came a bird with an aura so regal
They felt not the cold nor the winds that were bold.
They were watching a young Golden Eagle!

It reveled their eyes as it wheeled in the skies
showing wings with patches like snow.
Gold hackles were seen as if it had been
put out there, just for the show.

Now both of them knew they must savor this view
as it soared with such pride, white tail spread so wide.
Too soon it will end and let the cold creep back in.
Even now it had started to glide.

And, breaking the spell they bid sad farewell
to its visage as southward it soared.
“In all of my life,” said the man to the wife,
“There was never a sweeter reward.”

They'll always remember that watch in November,
with a sense of utter delight.
Even nature's harsh way can't tarnish that day.
It was truly a marvelous flight!

David Holt
March 1984

October by David Holt

The October Puzzle

Flap, flap, flap, sail
on stubby wings and a long thin tail
flies a raptor thru the steel gray sky
which we now must try to identify.

The very first traits that meet our eye
puts it in the genus accipterii.
Though our task thus far has been met with ease,
we now must choose one of three species.

The mighty “Gos” we reject out of hand,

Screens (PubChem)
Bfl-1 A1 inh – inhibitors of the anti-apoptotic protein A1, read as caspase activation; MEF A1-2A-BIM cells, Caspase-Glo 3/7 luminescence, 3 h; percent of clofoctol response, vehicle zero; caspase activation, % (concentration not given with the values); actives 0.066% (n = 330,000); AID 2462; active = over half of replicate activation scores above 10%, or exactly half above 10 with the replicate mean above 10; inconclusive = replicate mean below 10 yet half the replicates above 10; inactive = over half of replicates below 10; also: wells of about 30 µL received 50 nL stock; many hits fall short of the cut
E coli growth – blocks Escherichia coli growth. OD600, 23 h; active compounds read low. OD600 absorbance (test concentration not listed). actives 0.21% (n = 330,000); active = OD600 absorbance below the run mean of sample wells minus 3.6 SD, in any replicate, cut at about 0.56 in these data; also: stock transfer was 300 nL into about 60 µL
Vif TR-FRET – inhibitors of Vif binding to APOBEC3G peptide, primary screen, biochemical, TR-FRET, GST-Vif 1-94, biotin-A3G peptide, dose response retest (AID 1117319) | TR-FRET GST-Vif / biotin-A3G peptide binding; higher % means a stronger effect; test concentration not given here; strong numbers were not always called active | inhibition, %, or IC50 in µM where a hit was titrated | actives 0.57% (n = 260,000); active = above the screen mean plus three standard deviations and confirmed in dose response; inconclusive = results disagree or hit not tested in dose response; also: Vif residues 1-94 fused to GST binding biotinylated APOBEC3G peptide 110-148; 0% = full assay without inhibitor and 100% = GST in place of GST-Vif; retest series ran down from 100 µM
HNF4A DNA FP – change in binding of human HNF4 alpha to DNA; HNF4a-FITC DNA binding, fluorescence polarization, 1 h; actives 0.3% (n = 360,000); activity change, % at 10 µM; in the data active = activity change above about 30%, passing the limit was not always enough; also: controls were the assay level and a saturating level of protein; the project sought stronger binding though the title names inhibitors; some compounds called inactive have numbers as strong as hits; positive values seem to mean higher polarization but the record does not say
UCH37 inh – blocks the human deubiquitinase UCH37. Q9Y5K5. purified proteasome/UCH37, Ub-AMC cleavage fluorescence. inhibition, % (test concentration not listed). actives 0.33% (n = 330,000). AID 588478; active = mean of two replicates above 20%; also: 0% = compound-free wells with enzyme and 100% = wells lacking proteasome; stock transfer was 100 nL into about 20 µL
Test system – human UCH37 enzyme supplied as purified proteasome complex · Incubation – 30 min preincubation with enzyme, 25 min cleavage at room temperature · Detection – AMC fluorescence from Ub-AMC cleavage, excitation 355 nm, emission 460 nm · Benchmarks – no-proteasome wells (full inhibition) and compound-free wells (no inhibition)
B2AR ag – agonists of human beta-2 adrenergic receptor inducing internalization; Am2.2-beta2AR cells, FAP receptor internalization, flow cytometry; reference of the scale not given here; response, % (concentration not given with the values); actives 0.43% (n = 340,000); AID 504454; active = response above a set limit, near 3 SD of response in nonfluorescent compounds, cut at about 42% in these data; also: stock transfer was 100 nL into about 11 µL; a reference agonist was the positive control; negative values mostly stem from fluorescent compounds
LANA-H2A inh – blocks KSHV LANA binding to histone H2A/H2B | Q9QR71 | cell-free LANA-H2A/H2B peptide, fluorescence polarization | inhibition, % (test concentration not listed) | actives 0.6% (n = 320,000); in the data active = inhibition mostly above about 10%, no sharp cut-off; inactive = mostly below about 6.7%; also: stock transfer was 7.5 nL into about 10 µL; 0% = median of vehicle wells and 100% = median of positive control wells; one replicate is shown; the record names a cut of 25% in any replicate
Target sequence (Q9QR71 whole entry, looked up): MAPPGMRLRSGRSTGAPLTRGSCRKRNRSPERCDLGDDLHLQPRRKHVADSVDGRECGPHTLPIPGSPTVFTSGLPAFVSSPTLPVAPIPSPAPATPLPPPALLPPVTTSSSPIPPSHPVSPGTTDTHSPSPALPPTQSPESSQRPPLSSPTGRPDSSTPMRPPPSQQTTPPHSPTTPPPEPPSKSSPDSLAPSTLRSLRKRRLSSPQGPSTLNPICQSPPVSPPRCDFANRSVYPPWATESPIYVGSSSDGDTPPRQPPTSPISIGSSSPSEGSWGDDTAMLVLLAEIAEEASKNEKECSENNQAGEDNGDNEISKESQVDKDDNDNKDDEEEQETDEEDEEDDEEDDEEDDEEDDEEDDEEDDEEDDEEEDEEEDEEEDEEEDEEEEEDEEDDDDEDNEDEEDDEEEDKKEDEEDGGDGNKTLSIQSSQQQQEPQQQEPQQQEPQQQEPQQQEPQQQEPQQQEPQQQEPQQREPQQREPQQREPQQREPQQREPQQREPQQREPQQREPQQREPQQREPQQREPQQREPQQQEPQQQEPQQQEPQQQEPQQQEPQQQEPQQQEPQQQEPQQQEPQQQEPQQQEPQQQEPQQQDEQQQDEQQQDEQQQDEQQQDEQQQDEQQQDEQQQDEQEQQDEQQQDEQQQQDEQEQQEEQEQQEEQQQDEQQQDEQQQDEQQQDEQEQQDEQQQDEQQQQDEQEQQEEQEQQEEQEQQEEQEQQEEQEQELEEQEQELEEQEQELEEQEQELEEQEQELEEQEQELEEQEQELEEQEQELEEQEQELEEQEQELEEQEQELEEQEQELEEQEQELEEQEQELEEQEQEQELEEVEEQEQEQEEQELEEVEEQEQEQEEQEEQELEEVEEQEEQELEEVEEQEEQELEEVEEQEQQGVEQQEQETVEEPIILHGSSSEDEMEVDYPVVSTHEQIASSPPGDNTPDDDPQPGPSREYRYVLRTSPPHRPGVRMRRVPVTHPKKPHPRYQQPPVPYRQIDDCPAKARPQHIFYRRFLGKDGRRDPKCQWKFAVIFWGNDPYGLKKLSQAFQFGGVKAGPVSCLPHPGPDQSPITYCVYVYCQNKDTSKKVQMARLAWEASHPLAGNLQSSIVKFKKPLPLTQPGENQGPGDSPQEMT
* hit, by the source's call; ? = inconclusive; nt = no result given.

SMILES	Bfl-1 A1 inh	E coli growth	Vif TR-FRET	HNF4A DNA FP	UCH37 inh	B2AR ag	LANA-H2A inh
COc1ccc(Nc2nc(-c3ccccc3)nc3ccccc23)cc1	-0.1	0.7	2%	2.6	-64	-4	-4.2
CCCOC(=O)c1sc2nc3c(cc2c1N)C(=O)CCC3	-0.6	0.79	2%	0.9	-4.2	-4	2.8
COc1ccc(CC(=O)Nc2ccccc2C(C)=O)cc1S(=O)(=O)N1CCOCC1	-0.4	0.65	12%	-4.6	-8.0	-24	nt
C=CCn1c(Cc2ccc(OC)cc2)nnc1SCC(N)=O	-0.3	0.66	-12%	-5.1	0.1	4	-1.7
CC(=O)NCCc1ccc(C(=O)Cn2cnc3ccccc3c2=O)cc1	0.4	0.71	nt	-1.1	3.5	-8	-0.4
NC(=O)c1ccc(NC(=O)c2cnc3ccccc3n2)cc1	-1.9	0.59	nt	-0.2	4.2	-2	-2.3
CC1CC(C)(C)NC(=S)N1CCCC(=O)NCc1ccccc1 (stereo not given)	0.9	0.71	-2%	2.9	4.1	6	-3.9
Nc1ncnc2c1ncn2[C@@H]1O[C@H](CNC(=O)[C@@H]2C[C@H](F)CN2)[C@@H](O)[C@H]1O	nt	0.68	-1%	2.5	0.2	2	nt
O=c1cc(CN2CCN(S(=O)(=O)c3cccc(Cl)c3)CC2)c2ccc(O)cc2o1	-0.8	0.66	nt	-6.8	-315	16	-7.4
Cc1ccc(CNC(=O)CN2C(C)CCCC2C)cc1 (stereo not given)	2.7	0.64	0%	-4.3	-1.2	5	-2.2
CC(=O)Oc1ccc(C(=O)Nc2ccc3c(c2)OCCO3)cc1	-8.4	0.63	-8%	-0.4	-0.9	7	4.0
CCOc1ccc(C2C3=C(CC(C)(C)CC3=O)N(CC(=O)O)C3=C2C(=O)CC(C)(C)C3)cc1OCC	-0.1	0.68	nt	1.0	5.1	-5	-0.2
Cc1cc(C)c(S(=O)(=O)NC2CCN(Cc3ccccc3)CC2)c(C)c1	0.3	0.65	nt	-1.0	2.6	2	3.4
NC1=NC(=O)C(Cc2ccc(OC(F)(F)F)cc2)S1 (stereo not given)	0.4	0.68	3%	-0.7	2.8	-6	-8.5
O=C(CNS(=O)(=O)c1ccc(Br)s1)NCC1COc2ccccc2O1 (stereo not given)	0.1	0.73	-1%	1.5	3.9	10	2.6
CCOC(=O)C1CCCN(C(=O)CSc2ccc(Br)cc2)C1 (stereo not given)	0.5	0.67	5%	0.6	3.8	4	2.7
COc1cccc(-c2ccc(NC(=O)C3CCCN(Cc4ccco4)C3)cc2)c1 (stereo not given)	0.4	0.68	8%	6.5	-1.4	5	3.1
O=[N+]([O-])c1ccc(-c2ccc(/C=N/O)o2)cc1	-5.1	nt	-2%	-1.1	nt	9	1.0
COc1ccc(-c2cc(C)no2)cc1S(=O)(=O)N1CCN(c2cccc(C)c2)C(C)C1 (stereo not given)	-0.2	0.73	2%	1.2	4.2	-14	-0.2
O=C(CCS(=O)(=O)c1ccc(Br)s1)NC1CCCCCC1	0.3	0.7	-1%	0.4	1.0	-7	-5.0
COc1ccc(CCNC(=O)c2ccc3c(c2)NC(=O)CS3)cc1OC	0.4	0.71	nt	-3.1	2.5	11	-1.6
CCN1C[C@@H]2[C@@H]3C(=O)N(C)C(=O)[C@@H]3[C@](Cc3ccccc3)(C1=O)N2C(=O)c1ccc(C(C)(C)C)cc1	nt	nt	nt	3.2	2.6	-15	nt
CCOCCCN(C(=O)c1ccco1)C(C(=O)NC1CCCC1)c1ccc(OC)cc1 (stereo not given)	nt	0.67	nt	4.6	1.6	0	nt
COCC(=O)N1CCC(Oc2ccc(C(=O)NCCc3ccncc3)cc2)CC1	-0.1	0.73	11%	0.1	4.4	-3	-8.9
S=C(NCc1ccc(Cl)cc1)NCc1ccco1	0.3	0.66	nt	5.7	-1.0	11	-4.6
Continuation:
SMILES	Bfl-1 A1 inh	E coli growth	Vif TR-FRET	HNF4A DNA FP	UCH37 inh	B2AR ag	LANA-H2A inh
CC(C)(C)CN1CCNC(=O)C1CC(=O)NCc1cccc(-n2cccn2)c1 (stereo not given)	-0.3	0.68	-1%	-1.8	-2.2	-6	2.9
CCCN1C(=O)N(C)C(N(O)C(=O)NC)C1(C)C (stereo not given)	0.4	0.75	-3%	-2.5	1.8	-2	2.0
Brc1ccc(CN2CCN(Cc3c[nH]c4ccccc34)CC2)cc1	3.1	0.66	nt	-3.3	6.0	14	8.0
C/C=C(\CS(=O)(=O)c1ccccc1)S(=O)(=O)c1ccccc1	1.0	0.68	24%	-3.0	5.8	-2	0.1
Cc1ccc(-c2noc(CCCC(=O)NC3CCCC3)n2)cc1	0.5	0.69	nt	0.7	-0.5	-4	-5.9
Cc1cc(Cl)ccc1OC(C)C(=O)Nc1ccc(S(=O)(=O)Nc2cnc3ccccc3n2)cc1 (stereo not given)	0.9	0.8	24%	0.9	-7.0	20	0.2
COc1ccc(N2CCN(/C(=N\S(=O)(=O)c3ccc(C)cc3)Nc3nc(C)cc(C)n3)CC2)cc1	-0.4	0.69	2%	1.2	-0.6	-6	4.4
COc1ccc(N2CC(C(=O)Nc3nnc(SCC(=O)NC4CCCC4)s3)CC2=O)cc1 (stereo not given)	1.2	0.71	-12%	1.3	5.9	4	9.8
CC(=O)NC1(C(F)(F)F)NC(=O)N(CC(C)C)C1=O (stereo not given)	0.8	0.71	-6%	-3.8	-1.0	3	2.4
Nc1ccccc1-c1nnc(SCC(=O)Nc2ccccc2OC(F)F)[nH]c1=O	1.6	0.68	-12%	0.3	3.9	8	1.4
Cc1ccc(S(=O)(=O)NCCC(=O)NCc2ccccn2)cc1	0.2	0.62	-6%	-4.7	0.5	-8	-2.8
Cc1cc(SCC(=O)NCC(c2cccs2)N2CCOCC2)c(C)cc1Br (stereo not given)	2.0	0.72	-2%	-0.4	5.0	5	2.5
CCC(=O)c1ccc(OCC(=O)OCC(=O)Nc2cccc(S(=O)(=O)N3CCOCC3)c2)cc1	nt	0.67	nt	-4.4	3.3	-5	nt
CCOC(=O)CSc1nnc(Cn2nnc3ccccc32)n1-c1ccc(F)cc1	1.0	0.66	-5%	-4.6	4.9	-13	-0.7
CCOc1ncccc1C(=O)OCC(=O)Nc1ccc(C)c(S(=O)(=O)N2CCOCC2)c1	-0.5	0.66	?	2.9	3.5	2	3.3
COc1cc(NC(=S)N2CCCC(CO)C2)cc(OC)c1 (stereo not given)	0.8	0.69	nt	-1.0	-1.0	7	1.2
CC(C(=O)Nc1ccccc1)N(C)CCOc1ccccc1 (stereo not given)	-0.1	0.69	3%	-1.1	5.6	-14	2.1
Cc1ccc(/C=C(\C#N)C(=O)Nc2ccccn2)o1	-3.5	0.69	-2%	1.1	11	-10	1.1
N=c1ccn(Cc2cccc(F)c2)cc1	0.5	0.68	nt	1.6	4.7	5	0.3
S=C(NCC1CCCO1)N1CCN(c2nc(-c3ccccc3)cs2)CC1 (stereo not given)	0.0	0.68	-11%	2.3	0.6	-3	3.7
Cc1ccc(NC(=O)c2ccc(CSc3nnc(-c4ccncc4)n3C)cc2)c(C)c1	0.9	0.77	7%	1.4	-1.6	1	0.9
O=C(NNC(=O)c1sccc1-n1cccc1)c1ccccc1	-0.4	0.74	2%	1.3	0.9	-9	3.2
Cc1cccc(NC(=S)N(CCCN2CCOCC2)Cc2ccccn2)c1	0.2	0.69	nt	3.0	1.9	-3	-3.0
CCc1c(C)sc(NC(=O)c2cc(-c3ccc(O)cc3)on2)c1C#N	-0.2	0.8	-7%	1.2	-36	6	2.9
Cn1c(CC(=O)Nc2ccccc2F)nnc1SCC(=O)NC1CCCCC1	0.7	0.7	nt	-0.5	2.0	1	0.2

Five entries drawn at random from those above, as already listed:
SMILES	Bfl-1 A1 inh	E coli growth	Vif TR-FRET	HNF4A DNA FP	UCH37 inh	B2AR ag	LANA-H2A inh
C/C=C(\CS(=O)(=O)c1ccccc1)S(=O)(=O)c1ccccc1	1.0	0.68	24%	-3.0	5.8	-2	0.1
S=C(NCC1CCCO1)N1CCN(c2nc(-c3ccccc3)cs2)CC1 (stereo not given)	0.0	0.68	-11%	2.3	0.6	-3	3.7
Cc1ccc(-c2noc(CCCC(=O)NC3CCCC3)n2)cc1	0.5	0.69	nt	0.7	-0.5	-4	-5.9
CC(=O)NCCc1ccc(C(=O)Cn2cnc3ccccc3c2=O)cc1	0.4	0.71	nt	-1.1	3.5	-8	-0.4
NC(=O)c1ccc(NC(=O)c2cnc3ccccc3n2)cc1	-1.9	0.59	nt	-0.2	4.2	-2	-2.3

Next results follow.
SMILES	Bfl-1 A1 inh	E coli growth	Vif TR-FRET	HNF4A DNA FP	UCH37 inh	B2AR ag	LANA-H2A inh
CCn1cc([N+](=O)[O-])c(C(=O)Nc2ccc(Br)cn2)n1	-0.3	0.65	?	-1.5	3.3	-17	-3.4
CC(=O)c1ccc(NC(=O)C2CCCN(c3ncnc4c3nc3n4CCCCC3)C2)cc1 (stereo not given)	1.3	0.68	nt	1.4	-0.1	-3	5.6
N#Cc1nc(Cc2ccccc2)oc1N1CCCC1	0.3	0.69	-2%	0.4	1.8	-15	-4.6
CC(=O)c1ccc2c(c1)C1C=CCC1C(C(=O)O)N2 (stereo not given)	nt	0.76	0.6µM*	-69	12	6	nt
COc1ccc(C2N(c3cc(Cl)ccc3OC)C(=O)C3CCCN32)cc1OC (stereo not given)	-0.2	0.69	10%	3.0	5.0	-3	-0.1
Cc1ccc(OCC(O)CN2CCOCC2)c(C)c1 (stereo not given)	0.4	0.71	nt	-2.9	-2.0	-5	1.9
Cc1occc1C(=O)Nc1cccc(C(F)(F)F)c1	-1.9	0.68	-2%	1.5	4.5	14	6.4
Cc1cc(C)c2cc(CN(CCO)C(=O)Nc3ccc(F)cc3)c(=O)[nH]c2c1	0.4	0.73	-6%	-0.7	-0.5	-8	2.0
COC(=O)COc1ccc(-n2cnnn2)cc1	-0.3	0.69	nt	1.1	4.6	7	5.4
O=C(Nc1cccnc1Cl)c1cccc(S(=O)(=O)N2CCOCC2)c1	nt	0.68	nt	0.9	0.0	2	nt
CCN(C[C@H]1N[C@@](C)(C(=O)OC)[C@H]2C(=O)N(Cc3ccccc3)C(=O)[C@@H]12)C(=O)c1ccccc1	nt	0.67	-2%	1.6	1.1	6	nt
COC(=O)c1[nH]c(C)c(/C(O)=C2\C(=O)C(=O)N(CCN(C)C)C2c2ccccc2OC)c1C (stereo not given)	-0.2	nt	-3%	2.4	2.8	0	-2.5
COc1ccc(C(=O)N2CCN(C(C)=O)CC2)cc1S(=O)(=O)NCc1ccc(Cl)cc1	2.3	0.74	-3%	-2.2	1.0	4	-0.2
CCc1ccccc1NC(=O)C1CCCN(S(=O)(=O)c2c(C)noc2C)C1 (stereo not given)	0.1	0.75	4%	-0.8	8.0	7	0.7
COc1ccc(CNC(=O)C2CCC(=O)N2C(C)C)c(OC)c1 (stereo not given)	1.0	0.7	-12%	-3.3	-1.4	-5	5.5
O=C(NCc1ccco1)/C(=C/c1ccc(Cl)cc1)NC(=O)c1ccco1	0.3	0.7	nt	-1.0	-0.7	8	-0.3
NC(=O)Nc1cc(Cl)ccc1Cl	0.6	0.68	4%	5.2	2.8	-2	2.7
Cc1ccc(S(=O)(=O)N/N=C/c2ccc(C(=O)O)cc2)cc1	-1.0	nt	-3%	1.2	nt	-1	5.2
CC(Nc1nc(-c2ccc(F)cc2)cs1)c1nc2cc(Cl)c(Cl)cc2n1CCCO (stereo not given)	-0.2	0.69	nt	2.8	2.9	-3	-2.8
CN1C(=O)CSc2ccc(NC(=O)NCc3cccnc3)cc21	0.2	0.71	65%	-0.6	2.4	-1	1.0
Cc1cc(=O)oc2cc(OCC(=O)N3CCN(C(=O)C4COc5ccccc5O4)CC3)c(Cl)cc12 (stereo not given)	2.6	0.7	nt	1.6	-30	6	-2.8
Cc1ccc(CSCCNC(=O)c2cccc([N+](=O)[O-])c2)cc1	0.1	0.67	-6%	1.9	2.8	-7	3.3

as it rarely passes by our stand.
So akin are the two that now remain
they strain our eyes and boggle our brain.

Protruding head and rounded tail,
wing beats of strength, less flap more sail,
all of which when seen without a squawk
should declare the bird a Coopers hawk.

But, if the bird is not so near
as to render these traits pure and clear
We simply deduce right there and then,
that the bird in question is a mere Sharpshin.

But, how can we say with certainty,
of a bird that's just too hard to see
It has traits that make it a Coopers hawk
Or if indeed it is a Sharp-shinned hawk?

When the traits we need cannot be had
'cause they're just too vague when the view is bad
We simply must swallow our birding pride
and call this bird unidentified.

David Holt
November, 1989

Sunday, November 2, 2014

A Tribute

Harvey's Knob
A Tribute

There is a hawkwatcher named Bill
Each fall he climbs a great hill
To seek out a flight 
of raptors that might
in the end give him a big thrill.

There is a hawkwatching host
who spots more raptors than most
when the skies in her view
are less gray and more blue
She is known as Bluesky Joyce.

And Baron too climbs that hill
to see raptors that give him a thrill.
He keeps a good count
of what is seen on that mount
So we all can share in his thrill.

And then there's Barry, what more can be said,
as he brings to us gravy and bread.
He picks the best days 
that don't always pay,
but we are always glad to be fed.

And then there is Carl, KT, Matt, Dillard, and Dave
who fill in for all, to catch every wave
Of raptors they count 
up there on that mount
to see that the record is evermore saved.

Now, where is that mount?
Where we view hawks and count
that marvelous migrating mob.
T'is a ridge that is blue
where they fly straight and true,
O'er a place that's called Harvey's Knob.

Dave Holt